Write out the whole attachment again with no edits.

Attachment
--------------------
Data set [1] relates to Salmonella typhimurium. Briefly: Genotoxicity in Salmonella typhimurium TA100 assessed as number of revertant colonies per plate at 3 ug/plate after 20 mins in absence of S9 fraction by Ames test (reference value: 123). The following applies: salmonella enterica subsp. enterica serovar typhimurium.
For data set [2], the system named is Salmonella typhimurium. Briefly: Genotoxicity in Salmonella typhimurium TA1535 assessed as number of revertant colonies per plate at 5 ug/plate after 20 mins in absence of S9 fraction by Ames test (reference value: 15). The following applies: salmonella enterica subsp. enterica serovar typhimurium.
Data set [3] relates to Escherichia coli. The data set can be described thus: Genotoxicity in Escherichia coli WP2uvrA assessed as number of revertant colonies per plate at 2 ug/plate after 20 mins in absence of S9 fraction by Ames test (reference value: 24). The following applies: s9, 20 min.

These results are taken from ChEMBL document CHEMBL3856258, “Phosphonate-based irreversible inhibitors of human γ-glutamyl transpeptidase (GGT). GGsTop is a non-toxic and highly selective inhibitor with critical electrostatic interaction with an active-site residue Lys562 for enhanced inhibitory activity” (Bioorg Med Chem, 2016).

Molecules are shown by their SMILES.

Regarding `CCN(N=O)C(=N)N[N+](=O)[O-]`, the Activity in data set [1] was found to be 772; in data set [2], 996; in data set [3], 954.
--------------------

Data set [1] relates to Salmonella typhimurium. Briefly: Genotoxicity in Salmonella typhimurium TA100 assessed as number of revertant colonies per plate at 3 ug/plate after 20 mins in absence of S9 fraction by Ames test (reference value: 123). The following applies: salmonella enterica subsp. enterica serovar typhimurium.
For data set [2], the system named is Salmonella typhimurium. Briefly: Genotoxicity in Salmonella typhimurium TA1535 assessed as number of revertant colonies per plate at 5 ug/plate after 20 mins in absence of S9 fraction by Ames test (reference value: 15). The following applies: salmonella enterica subsp. enterica serovar typhimurium.
Data set [3] relates to Escherichia coli. The data set can be described thus: Genotoxicity in Escherichia coli WP2uvrA assessed as number of revertant colonies per plate at 2 ug/plate after 20 mins in absence of S9 fraction by Ames test (reference value: 24). The following applies: s9, 20 min.

These results are taken from ChEMBL document CHEMBL3856258, “Phosphonate-based irreversible inhibitors of human γ-glutamyl transpeptidase (GGT). GGsTop is a non-toxic and highly selective inhibitor with critical electrostatic interaction with an active-site residue Lys562 for enhanced inhibitory activity” (Bioorg Med Chem, 2016).

Molecules are shown by their SMILES.

Regarding `CCN(N=O)C(=N)N[N+](=O)[O-]`, the Activity in data set [1] was found to be 772; in data set [2], 996; in data set [3], 954.